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Publication Detail
The psychoacoustics of vocal beauty : a new taxonomy
Abstract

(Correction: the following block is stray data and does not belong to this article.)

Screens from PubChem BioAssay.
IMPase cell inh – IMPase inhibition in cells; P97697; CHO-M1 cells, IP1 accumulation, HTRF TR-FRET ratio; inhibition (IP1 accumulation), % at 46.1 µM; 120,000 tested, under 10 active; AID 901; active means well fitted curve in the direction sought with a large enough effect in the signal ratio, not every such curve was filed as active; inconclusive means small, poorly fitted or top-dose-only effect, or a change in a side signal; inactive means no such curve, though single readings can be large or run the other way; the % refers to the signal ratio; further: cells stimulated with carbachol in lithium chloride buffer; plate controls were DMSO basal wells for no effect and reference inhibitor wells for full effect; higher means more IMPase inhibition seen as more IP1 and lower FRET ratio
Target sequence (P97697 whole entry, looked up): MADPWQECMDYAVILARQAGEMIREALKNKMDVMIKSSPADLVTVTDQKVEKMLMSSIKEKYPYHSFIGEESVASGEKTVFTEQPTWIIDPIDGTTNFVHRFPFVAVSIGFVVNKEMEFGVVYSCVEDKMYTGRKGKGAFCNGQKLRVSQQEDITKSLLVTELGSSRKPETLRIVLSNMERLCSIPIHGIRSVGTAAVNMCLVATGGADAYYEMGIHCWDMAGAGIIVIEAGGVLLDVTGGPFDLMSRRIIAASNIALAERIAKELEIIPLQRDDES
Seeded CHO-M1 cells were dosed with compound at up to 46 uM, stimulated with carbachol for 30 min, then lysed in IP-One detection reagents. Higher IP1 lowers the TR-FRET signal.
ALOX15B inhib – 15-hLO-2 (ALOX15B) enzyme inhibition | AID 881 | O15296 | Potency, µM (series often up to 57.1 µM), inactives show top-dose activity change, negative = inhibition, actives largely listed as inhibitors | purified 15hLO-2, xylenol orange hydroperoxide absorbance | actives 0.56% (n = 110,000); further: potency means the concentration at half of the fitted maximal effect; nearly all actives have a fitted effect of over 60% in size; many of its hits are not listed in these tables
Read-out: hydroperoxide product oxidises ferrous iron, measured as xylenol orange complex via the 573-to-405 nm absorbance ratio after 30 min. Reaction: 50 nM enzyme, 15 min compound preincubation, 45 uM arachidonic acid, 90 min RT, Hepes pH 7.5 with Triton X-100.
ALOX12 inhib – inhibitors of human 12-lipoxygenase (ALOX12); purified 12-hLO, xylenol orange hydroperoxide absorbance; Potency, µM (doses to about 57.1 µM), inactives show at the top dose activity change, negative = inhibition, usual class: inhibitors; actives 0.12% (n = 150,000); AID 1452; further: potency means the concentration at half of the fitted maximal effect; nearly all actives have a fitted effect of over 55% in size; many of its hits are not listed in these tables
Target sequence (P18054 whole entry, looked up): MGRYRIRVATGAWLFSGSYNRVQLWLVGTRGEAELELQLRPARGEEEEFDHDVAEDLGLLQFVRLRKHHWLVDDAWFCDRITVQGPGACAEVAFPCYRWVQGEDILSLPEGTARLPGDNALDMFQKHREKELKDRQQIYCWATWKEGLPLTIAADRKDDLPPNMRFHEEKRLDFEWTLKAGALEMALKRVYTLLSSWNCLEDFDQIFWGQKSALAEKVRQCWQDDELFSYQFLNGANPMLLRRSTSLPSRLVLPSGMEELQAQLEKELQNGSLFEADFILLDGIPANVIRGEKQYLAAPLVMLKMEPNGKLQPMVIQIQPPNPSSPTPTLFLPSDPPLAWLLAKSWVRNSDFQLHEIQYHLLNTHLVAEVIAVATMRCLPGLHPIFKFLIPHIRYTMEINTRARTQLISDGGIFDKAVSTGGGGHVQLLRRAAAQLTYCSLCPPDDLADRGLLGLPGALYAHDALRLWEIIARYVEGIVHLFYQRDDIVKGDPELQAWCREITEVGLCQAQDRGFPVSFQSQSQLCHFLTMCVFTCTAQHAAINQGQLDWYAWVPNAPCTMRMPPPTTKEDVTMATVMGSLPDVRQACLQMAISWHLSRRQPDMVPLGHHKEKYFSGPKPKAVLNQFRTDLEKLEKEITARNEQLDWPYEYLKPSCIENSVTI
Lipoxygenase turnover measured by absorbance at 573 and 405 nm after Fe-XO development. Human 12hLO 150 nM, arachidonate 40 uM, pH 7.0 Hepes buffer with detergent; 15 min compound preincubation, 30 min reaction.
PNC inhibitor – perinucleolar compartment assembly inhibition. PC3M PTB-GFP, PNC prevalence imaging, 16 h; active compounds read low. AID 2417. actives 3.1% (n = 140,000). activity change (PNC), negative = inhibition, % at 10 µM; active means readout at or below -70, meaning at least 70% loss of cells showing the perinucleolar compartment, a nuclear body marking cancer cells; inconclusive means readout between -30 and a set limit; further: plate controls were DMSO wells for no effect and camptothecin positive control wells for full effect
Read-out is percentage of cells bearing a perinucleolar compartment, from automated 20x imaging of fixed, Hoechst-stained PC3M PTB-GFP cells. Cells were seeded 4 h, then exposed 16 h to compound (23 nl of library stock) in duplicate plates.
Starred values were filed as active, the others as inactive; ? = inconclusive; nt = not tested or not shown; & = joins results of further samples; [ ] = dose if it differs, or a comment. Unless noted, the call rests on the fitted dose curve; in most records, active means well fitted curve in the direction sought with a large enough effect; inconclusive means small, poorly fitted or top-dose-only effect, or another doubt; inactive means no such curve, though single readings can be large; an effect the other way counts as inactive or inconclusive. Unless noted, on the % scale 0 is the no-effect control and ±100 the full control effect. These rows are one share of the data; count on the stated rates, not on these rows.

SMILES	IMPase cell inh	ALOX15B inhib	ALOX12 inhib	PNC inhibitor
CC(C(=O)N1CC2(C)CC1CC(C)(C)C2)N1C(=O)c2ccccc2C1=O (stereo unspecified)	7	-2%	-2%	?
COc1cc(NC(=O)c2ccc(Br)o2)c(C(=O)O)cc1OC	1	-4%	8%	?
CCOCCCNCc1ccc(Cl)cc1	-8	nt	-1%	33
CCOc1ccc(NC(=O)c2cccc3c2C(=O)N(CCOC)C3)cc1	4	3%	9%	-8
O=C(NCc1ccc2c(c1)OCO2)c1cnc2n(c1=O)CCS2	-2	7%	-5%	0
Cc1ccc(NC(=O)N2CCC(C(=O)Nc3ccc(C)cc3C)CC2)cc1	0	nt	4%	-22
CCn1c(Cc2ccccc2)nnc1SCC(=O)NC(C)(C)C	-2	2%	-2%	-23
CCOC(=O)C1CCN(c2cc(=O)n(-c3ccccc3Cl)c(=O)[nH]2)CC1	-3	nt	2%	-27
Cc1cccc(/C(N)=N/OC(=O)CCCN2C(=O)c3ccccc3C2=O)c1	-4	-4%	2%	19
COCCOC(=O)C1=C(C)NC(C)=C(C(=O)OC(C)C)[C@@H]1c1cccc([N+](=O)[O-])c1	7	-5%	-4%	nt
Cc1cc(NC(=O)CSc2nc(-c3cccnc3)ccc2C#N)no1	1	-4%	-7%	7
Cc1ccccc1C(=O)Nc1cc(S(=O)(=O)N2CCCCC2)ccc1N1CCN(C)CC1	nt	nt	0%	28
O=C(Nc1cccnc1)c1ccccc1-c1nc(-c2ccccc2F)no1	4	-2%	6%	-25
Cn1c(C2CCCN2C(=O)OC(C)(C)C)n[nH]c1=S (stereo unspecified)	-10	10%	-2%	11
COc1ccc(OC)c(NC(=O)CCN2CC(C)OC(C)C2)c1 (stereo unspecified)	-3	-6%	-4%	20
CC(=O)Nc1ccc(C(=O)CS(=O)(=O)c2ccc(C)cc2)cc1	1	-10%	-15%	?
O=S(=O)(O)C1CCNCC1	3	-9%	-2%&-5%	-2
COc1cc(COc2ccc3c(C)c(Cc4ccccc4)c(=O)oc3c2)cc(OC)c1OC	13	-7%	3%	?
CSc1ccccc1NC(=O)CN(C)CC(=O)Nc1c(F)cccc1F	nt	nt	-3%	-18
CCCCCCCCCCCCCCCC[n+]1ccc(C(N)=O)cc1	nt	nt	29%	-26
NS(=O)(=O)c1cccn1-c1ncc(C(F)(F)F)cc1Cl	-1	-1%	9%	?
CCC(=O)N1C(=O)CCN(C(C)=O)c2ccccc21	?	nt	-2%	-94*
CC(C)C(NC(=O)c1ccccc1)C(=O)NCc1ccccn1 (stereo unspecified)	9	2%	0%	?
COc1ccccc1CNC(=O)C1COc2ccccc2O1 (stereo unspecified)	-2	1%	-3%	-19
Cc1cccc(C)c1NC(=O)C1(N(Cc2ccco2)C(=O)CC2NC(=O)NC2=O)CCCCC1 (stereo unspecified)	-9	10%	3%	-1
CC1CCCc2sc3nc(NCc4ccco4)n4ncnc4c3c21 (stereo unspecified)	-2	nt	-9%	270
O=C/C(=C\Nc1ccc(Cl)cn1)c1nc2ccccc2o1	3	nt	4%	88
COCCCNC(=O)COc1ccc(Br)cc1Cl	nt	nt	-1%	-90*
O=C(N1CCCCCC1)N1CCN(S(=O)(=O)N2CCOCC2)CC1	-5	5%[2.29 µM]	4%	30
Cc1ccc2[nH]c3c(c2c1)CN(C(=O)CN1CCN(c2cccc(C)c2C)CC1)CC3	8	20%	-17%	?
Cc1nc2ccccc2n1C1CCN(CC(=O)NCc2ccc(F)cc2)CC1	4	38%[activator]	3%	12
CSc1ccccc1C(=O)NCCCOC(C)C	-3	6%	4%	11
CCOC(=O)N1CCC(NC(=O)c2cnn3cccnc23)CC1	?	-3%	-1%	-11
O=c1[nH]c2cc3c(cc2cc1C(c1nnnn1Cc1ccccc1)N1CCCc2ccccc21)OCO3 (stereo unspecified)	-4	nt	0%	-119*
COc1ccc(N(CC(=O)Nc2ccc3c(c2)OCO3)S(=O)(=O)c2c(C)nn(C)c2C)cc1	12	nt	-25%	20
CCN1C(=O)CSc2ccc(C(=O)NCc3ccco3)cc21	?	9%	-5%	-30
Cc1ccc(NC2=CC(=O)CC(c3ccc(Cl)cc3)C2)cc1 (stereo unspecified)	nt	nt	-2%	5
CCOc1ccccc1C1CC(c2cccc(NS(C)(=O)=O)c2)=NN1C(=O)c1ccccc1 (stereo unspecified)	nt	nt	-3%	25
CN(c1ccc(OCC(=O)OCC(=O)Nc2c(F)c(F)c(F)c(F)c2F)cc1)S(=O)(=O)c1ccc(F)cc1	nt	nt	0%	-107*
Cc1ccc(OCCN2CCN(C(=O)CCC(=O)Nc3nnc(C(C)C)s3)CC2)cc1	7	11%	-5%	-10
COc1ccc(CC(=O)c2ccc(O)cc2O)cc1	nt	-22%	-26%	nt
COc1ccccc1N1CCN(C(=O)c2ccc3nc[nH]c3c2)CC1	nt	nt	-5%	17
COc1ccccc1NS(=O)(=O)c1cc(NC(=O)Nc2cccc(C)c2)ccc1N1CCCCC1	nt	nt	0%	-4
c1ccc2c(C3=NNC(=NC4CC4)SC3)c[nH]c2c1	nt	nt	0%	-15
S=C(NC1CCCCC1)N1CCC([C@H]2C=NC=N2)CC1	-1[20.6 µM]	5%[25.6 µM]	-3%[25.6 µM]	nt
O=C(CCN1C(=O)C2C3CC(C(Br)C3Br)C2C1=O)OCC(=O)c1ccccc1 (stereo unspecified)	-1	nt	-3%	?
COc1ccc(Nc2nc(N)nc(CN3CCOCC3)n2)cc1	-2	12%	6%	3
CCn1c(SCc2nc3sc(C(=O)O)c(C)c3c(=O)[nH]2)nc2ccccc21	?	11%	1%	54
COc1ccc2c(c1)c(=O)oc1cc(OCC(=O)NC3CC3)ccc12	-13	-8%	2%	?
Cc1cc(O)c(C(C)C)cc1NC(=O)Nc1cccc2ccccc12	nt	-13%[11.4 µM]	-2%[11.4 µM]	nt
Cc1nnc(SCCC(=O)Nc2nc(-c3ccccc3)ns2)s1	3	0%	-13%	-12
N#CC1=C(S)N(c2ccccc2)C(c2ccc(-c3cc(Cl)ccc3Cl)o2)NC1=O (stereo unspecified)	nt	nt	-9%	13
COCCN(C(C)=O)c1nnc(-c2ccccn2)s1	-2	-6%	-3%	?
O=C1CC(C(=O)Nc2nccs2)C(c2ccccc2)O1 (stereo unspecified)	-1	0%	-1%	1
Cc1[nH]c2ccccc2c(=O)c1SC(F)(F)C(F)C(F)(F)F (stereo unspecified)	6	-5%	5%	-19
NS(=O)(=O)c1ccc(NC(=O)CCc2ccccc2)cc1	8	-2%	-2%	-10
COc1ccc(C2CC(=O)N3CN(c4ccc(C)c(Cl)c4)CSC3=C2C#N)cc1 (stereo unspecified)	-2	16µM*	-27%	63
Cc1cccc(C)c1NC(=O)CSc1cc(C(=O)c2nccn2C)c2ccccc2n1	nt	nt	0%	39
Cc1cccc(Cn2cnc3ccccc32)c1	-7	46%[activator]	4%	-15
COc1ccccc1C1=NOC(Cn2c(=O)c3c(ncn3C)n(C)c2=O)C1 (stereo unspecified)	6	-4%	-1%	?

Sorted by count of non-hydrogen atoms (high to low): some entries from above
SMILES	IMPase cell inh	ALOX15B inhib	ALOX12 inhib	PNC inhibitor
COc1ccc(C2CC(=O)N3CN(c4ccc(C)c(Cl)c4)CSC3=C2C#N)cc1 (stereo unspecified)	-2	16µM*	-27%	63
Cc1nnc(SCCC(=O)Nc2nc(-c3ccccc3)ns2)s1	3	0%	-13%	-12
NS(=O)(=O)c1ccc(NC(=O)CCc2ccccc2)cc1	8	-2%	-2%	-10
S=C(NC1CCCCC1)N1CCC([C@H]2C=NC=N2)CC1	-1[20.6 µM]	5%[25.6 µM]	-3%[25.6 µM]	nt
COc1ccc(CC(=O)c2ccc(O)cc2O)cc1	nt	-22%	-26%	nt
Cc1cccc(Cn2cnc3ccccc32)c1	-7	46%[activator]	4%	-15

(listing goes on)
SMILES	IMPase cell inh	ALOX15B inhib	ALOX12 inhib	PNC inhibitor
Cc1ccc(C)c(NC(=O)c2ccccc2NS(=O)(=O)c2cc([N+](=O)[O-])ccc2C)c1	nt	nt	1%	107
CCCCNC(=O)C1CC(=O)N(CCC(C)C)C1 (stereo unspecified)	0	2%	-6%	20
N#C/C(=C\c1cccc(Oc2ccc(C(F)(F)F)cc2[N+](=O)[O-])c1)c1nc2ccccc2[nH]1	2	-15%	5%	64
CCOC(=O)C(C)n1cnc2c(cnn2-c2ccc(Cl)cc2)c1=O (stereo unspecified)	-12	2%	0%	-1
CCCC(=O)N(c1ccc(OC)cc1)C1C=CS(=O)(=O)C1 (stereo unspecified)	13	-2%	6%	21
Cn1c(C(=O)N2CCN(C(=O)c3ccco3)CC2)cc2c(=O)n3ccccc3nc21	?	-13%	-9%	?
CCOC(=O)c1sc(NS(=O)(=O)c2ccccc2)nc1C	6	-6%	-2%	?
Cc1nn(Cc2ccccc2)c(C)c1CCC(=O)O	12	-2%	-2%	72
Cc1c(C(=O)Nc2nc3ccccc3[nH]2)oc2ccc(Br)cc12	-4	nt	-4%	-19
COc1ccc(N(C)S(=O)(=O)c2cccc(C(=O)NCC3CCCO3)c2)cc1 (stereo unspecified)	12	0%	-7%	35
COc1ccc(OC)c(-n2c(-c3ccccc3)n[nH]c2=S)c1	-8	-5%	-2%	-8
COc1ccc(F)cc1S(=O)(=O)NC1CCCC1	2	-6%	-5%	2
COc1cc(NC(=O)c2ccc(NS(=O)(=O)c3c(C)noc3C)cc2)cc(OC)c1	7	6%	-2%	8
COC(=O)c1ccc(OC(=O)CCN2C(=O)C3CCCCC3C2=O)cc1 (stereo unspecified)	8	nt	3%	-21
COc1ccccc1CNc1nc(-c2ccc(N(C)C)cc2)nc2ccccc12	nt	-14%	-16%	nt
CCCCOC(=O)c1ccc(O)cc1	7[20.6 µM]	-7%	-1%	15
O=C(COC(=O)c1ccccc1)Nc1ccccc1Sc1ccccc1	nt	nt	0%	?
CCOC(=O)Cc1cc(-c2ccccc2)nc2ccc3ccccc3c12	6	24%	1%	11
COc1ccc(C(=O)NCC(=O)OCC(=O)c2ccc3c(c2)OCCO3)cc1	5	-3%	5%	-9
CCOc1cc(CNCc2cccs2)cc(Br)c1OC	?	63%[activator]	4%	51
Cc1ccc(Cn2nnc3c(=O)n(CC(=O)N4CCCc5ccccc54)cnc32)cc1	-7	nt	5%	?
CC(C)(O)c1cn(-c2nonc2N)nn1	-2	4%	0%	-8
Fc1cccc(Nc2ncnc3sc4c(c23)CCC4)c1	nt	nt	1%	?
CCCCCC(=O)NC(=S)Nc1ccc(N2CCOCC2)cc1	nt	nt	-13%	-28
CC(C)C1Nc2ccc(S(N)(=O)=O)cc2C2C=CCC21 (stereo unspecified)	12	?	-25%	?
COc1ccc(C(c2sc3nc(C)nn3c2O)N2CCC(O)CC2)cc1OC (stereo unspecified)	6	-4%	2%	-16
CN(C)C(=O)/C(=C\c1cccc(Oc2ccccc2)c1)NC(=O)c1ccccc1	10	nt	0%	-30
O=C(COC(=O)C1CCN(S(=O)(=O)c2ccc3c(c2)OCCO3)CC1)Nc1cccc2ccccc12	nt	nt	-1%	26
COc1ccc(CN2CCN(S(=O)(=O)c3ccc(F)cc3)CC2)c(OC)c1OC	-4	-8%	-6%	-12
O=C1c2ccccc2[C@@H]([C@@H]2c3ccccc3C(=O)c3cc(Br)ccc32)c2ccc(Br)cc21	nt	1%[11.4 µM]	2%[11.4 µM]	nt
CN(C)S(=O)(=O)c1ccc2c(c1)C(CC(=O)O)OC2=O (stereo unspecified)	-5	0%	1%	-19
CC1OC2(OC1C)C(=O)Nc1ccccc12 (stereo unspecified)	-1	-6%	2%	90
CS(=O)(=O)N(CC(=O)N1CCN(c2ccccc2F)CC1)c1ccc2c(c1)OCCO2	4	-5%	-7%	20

Abstract: This thesis investigates the phenomenon of perceived vocal 'beauty' in singing, being that moment in time when we are emotionally overwhelmed by the quality of the singer's voice in performance. Theoretical analyses indicate that this perceptual experience arises from the particular ways that diverse, but definable variables of the phenomenon are interwoven. The robustness of the emergent theoretical taxonomy is subjected to empirical evaluation through a multifaceted investigation into the psycho-acoustic and context-specific interpretation of sung performance quality. Initial research was grounded in an analysis of semi-structured interviews with seven people from a wide range of backgrounds as listeners (i.e. conductors, educators and performers) concerning their experience of sung performance. An iterative process of data analyses juxtaposed with a wide interdisciplinary range of literature reviews led to the design of three surveys. These were focused on (i) a large scale (N=374) survey regarding professionals' opinions about the evaluation of 'quality' in sung performances (ii) the qualitative analyses of a series of BBC Radio 4 broadcasts titled 'The Singer Not the Song', aiming to capture experts' opinions on the perception of beautiful performances across different musical genres and (iii) an online survey (N=177) that was conducted in order to present a narrower-angle perspective as demonstrated through people's views about a sung performance in a nonmainstream context (musical genre). Taken together, the evidence base indicated that different perceptual features become contextually sensitive and salient for individual listeners of singing performances. Then the emergent taxonomy of underlying contributory factors was further interrogated by individual expert listeners using an innovative experimental procedure that embraces the application of new multimedia technology. This new technology (based on the renowned Continuous Response Digital Interface (CRD!) concept that was developed at Florida State University) was designed to act as a real-time monitoring system of singing perception along a 'like/ dislike' continuum of perceived quality, whilst simultaneously collecting realtime data of listeners' physiological responses to the sung performance. Findings from this final phase of the empirical study indicated that the acquired combined perceptual/physiological-response data are systematic and support the theorised taxonomy of the perception of sung performance quality and its integrated nature.
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